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Devarim Deutronomy

Breishis Genesis

Shemos Exodus

Vayikra Leviticus

   711: Vayikra

712: Tzav

712: 11 Nissan

713: Shmini

714: Sazria-Metzora

715: Achrei Mos-Kedoshim

716: Emor

717: Behar-Bechukosai

Bamidbar Numbers

Devarim Deutronomy

March 24, 2002 - 11 Nisan, 5762

712: 11 Nissan

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Published and copyright © by Lubavitch Youth Organization - Brooklyn, NY
The Weekly Publication For Every Jewish Person
Dedicated to the memory of Rebbetzin Chaya Mushka Schneerson N.E.

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  712: Tzav713: Shmini  

Special Edition  |  Put On Tefilin  |  A House Full of Books  |  Moment of Silence
Give Charity  |  Study Maimonides  |  Affix A Mezuza  |  Torah Study
Jewish Married Life  |  Eat Kosher  |  Light Shabbat Candles  |  Love and Unity
Jewish Education  |  Celebrate Hahkel  |  A Letter in a Torah Scroll  |  Enlist in Tzivos Hashem
The Seven Universal Laws of Noah  |  Summer Camp  |  Use Your Jewish Name  |  Eat A Shabbat Meal with Your Family
Celebrate Your Jewish Birthday  |  Give it With Love  |  Get Ready for Moshiach

Special Edition

There is not a Jewish soul in the world who has not been touched in some way by the Lubavitcher Rebbe: some through direct personal contact, others as a result of the work of the thousands of emissaries in Jewish communities in almost every country around the globe. The Rebbe's broad influence has set the agenda for organizations and communities across the spectrum of observance and political leanings.

At this 100-year milestone since the Rebbe's birth, it is fitting to stop and reflect on the breadth and scope of the Rebbe's far-sighted vision. But reflection alone is insufficient. The Rebbe's slogan, paraphrasing the Mishne, is "The main thing is the deed." The most important thing is that our thoughts and feelings be translated into action.

We invite you to get acquainted with just a few of the Rebbe's innovative campaigns and to chose one through which you would like to celebrate the Rebbe's birthday together with world Jewry.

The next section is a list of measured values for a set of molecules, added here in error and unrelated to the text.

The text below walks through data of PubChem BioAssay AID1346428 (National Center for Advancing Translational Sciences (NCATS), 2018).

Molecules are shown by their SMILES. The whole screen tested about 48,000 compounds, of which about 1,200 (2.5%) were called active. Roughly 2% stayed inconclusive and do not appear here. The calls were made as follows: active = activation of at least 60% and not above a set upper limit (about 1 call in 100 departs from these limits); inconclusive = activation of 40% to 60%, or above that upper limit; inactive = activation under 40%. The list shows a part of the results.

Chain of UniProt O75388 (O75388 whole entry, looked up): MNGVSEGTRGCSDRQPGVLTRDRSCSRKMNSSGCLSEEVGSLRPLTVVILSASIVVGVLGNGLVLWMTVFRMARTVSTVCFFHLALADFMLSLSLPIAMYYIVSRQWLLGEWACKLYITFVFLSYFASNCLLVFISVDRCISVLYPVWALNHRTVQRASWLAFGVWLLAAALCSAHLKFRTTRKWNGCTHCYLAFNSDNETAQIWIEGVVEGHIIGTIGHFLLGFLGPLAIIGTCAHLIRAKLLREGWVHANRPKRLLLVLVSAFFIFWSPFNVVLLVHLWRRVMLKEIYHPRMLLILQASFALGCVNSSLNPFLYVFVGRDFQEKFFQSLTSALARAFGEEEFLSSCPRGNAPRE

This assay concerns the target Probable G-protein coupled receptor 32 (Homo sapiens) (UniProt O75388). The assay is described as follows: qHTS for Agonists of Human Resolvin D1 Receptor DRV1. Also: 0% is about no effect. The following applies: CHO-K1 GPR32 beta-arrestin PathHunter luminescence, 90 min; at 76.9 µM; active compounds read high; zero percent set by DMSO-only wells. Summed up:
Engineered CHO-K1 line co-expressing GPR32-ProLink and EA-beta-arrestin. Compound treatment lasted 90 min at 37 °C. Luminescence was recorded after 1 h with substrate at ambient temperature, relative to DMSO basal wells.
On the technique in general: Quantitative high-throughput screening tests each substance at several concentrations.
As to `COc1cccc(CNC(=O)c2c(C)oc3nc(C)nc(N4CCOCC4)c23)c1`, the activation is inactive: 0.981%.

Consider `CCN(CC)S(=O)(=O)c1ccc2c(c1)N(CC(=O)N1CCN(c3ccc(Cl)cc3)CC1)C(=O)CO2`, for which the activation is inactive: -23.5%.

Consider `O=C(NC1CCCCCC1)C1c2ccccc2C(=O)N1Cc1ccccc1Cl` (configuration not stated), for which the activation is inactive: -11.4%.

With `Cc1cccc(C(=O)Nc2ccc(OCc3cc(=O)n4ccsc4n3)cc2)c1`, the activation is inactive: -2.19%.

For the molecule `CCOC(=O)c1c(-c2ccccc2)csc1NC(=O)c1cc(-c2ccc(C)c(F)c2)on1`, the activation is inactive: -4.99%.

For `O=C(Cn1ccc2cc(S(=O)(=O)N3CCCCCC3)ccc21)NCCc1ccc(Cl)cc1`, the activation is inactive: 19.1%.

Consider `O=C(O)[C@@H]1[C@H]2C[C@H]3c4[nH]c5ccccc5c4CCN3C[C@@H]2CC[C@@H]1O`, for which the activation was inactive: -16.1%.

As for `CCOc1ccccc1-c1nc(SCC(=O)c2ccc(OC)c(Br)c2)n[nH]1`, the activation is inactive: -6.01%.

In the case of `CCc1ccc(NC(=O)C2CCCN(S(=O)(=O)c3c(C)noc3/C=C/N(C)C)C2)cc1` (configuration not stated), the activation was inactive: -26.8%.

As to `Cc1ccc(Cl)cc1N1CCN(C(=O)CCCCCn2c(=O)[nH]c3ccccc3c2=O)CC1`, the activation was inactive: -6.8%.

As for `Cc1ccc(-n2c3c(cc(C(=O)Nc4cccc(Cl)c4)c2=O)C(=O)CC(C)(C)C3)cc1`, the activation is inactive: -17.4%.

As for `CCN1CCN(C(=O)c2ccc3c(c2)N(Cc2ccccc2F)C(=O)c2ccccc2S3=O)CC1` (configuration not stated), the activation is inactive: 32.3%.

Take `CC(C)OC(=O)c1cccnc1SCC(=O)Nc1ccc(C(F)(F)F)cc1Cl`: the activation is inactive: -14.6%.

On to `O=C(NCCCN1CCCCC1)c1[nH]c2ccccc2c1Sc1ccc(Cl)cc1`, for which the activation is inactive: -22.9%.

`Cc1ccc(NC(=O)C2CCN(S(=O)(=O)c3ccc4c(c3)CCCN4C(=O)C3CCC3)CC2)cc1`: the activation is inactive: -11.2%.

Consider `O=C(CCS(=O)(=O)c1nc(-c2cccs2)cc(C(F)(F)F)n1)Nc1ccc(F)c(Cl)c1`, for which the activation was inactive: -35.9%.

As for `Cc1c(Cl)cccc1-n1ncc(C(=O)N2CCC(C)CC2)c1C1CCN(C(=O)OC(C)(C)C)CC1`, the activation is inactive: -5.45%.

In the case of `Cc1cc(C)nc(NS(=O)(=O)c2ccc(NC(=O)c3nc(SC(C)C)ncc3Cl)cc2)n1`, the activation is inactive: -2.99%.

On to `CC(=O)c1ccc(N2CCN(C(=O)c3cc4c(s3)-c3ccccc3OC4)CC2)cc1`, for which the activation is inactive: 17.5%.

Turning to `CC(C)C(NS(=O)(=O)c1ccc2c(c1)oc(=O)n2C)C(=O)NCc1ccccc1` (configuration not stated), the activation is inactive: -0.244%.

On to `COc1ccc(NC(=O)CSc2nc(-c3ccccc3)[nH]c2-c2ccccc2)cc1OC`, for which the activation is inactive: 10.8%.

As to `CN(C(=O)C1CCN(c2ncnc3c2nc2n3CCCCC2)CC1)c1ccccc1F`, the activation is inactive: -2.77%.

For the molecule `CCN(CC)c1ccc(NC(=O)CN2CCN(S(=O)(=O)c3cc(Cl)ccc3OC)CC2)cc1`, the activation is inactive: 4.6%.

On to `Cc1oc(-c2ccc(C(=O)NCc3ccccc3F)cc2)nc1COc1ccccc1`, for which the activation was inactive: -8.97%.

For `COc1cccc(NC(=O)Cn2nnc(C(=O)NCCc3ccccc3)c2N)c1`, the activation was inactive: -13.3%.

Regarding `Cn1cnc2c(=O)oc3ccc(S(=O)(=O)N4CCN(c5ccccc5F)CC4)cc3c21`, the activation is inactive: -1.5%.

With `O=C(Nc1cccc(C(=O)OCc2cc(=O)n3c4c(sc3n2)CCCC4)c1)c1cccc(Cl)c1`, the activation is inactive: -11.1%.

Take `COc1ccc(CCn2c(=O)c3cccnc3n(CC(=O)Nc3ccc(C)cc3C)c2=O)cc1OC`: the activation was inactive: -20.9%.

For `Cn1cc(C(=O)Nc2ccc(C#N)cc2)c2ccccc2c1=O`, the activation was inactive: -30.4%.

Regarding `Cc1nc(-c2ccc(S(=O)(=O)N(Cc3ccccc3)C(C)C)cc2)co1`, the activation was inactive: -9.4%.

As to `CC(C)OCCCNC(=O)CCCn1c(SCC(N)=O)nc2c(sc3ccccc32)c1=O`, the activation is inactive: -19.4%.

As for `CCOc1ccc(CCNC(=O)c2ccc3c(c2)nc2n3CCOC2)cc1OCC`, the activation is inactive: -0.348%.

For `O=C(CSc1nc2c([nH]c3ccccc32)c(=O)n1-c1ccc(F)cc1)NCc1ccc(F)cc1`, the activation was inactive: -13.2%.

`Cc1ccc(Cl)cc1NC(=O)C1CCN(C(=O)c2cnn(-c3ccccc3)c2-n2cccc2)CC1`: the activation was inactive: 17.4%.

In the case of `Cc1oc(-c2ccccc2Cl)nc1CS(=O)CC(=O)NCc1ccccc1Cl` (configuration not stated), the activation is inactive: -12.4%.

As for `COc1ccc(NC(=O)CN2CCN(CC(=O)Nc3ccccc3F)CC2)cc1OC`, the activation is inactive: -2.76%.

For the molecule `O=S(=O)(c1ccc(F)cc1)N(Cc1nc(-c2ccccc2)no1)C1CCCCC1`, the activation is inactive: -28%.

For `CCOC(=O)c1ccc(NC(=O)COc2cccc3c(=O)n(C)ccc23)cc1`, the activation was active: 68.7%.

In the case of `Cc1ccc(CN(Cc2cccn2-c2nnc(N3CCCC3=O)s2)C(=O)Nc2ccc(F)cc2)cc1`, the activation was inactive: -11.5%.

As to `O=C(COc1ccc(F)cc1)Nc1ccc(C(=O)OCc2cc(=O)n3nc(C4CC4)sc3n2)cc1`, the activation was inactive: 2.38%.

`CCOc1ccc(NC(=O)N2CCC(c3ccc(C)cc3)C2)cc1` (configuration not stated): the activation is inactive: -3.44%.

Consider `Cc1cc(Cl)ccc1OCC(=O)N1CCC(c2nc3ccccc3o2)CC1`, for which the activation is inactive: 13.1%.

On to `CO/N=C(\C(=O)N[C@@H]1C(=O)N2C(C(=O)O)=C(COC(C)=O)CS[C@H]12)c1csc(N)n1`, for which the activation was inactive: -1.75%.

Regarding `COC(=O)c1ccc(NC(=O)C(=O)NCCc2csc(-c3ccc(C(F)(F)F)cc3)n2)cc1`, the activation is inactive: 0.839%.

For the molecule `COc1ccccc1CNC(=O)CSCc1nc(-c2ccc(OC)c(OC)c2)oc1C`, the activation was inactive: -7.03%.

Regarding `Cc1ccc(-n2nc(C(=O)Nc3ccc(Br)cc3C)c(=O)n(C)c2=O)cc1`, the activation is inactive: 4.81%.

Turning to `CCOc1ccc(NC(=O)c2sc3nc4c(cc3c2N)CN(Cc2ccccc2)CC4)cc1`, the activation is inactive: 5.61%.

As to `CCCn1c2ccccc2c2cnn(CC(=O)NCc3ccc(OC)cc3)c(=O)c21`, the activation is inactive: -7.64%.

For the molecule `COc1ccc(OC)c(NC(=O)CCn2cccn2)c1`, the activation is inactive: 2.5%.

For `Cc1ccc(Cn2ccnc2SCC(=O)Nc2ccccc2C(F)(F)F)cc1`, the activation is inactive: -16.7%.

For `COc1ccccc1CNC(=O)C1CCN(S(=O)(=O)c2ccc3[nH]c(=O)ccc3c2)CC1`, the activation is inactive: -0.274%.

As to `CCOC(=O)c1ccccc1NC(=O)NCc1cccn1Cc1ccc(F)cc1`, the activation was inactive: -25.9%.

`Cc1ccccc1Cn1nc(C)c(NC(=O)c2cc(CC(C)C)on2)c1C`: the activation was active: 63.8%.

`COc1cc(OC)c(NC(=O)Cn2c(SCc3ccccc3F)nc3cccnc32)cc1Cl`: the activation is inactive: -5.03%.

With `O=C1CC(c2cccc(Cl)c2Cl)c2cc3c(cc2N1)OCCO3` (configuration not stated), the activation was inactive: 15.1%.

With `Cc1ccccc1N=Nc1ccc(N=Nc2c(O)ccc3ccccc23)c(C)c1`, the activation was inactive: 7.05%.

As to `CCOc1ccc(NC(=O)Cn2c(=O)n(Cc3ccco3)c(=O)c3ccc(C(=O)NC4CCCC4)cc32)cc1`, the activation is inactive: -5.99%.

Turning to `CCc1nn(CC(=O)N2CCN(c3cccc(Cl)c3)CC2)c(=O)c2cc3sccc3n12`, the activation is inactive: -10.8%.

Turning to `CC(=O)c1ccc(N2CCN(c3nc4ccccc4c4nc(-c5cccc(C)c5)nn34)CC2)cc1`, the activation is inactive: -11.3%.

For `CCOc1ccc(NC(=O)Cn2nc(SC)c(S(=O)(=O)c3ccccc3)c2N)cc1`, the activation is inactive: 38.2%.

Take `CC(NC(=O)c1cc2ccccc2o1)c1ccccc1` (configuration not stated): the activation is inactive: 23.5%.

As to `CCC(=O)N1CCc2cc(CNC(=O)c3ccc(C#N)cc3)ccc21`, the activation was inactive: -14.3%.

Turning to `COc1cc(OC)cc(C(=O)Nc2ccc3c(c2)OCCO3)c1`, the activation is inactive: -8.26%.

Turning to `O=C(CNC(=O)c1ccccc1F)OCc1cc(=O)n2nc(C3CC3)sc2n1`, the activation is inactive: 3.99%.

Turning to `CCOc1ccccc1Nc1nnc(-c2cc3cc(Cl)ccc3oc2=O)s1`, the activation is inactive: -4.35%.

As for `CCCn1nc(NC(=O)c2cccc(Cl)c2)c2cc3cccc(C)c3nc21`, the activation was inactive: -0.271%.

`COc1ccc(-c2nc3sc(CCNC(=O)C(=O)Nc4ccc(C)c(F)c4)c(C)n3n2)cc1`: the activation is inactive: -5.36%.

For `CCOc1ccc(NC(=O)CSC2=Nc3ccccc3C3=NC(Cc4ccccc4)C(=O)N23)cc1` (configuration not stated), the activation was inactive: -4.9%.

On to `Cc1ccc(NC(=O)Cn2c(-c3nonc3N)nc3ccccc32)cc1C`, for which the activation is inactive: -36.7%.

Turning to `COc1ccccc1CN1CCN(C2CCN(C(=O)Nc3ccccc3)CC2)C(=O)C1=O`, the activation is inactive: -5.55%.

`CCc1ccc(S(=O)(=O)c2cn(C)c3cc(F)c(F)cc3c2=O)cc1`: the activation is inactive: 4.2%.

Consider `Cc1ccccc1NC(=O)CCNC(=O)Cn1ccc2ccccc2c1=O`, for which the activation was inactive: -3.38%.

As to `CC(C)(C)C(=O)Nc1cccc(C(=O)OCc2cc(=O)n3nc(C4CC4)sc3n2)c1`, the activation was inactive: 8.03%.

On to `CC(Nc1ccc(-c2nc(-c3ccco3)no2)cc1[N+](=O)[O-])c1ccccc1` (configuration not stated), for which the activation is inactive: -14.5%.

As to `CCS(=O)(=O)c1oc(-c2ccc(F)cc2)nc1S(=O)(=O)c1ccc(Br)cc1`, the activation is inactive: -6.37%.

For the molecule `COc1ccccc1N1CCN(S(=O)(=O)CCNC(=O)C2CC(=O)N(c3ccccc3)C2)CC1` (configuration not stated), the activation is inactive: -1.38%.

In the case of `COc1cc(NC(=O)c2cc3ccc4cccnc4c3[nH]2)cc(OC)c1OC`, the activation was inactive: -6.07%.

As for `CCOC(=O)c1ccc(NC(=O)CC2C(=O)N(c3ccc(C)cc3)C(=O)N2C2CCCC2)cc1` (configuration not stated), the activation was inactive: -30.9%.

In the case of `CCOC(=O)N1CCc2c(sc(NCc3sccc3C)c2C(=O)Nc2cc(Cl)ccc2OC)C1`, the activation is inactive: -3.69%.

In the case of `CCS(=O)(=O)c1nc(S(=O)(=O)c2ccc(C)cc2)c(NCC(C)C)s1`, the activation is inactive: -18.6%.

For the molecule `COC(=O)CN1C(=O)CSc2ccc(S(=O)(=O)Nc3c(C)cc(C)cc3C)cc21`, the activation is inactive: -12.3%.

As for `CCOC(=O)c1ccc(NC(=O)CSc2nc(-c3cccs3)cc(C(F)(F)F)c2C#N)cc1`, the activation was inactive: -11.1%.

Put On Tefilin

Launched on the Shabbat before the Six Day War broke out in 1967, the Rebbe's by-now famous "Tefilin Campaign" was initiated as a safety measure for the Jewish people in general and Jewish soldiers in Israel in particular. Before and during the war, every Israeli soldier put on tefilin. At that time the Rebbe emphasized that the Torah verse "And they [the nations of the world] shall fear you" applies to those who don tefilin. What better mitzva to do now to help the situation in the Holy Land?

A House Full of Books

The Rebbe initiated a campaign for every Jewish home to be a "house full of Torah books." Purchase Jewish books for children, friends and relatives for birthdays, anniversaries, etc. Treat yourself to a browse at your local Jewish bookstore and pick up a few for yourself.

Moment of Silence

In 5743 (1983) the Rebbe urged the enactment of "A Moment of Silence" at the start of the day in schools throughout the world so that youth be made aware of the Divine "Eye that sees and Ear that hears." In accordance with this, the Rebbe suggested sending a petition to leaders of the American people (and all other nations) about the great urgency of such legislation. As the topic of "A Moment of Silence" has once more come up in the United States, find out from your government officials how you can get involved. And make sure to start your day with a moment of silence contemplating the Creator.

Give Charity

Every Jewish home should have a charity ("tzedaka") box into which coins are placed daily, except the Sabbath and holidays.

Have a tzedaka box in each room in your home and even in your office. By having one in your place of business, the Rebbe explains, one "involves G-d as an active partner in one's business and enhances his potential to distribute G-d's blessing to others."

In addition to giving charity oneself, one should encourage family members to give charity as well. The commandment to give charity also applies to non-Jews and one should encourage non-Jewish acquaintances to give charity, too.

"Tzedaka is great, because it brings the Redemption near," our Sages teach. By showing generosity to our fellow men, we anticipate G-d's ultimate generosity and bounty.

Study Maimonides